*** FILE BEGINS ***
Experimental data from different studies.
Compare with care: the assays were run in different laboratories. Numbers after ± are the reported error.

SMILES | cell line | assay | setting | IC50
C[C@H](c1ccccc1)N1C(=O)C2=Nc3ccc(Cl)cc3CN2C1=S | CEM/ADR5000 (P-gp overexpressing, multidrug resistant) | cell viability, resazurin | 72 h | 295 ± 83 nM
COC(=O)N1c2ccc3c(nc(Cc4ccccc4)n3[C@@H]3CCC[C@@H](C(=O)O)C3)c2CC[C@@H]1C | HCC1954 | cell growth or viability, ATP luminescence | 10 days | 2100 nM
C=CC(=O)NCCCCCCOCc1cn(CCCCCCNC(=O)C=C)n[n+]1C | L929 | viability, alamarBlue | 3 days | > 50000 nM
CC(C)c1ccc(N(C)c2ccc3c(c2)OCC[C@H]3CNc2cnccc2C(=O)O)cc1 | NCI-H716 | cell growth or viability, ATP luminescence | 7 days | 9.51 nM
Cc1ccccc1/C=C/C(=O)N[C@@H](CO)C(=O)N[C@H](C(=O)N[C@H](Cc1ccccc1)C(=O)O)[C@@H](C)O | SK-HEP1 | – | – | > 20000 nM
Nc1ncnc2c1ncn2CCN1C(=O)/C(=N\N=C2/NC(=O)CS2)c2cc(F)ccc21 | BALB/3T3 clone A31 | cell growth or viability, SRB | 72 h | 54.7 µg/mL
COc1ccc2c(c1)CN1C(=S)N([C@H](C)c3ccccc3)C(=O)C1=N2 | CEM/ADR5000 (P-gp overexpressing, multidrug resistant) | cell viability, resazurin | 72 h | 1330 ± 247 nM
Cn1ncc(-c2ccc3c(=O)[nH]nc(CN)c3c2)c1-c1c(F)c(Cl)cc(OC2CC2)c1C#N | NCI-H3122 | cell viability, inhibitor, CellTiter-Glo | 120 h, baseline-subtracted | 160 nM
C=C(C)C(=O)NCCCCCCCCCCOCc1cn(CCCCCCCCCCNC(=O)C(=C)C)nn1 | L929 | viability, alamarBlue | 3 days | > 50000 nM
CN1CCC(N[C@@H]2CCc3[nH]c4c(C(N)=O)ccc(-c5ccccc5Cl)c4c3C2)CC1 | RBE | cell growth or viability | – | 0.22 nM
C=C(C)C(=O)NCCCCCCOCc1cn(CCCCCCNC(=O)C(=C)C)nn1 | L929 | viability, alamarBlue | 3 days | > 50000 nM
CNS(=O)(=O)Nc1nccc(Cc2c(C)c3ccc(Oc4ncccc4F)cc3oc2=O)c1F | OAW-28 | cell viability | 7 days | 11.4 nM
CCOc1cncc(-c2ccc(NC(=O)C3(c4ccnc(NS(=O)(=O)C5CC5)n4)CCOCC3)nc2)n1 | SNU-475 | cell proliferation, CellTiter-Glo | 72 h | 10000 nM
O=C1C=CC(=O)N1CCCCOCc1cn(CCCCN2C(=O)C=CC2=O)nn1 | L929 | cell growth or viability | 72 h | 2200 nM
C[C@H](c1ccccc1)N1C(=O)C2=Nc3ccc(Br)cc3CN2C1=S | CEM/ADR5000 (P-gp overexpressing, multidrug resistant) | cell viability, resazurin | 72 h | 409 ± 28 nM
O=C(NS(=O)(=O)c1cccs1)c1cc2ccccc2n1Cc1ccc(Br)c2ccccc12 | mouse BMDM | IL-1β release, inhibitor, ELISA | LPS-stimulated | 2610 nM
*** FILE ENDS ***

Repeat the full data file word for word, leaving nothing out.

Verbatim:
Experimental data from different studies.
Compare with care: the assays were run in different laboratories. Numbers after ± are the reported error.

SMILES | cell line | assay | setting | IC50
C[C@H](c1ccccc1)N1C(=O)C2=Nc3ccc(Cl)cc3CN2C1=S | CEM/ADR5000 (P-gp overexpressing, multidrug resistant) | cell viability, resazurin | 72 h | 295 ± 83 nM
COC(=O)N1c2ccc3c(nc(Cc4ccccc4)n3[C@@H]3CCC[C@@H](C(=O)O)C3)c2CC[C@@H]1C | HCC1954 | cell growth or viability, ATP luminescence | 10 days | 2100 nM
C=CC(=O)NCCCCCCOCc1cn(CCCCCCNC(=O)C=C)n[n+]1C | L929 | viability, alamarBlue | 3 days | > 50000 nM
CC(C)c1ccc(N(C)c2ccc3c(c2)OCC[C@H]3CNc2cnccc2C(=O)O)cc1 | NCI-H716 | cell growth or viability, ATP luminescence | 7 days | 9.51 nM
Cc1ccccc1/C=C/C(=O)N[C@@H](CO)C(=O)N[C@H](C(=O)N[C@H](Cc1ccccc1)C(=O)O)[C@@H](C)O | SK-HEP1 | – | – | > 20000 nM
Nc1ncnc2c1ncn2CCN1C(=O)/C(=N\N=C2/NC(=O)CS2)c2cc(F)ccc21 | BALB/3T3 clone A31 | cell growth or viability, SRB | 72 h | 54.7 µg/mL
COc1ccc2c(c1)CN1C(=S)N([C@H](C)c3ccccc3)C(=O)C1=N2 | CEM/ADR5000 (P-gp overexpressing, multidrug resistant) | cell viability, resazurin | 72 h | 1330 ± 247 nM
Cn1ncc(-c2ccc3c(=O)[nH]nc(CN)c3c2)c1-c1c(F)c(Cl)cc(OC2CC2)c1C#N | NCI-H3122 | cell viability, inhibitor, CellTiter-Glo | 120 h, baseline-subtracted | 160 nM
C=C(C)C(=O)NCCCCCCCCCCOCc1cn(CCCCCCCCCCNC(=O)C(=C)C)nn1 | L929 | viability, alamarBlue | 3 days | > 50000 nM
CN1CCC(N[C@@H]2CCc3[nH]c4c(C(N)=O)ccc(-c5ccccc5Cl)c4c3C2)CC1 | RBE | cell growth or viability | – | 0.22 nM
C=C(C)C(=O)NCCCCCCOCc1cn(CCCCCCNC(=O)C(=C)C)nn1 | L929 | viability, alamarBlue | 3 days | > 50000 nM
CNS(=O)(=O)Nc1nccc(Cc2c(C)c3ccc(Oc4ncccc4F)cc3oc2=O)c1F | OAW-28 | cell viability | 7 days | 11.4 nM
CCOc1cncc(-c2ccc(NC(=O)C3(c4ccnc(NS(=O)(=O)C5CC5)n4)CCOCC3)nc2)n1 | SNU-475 | cell proliferation, CellTiter-Glo | 72 h | 10000 nM
O=C1C=CC(=O)N1CCCCOCc1cn(CCCCN2C(=O)C=CC2=O)nn1 | L929 | cell growth or viability | 72 h | 2200 nM
C[C@H](c1ccccc1)N1C(=O)C2=Nc3ccc(Br)cc3CN2C1=S | CEM/ADR5000 (P-gp overexpressing, multidrug resistant) | cell viability, resazurin | 72 h | 409 ± 28 nM
O=C(NS(=O)(=O)c1cccs1)c1cc2ccccc2n1Cc1ccc(Br)c2ccccc12 | mouse BMDM | IL-1β release, inhibitor, ELISA | LPS-stimulated | 2610 nM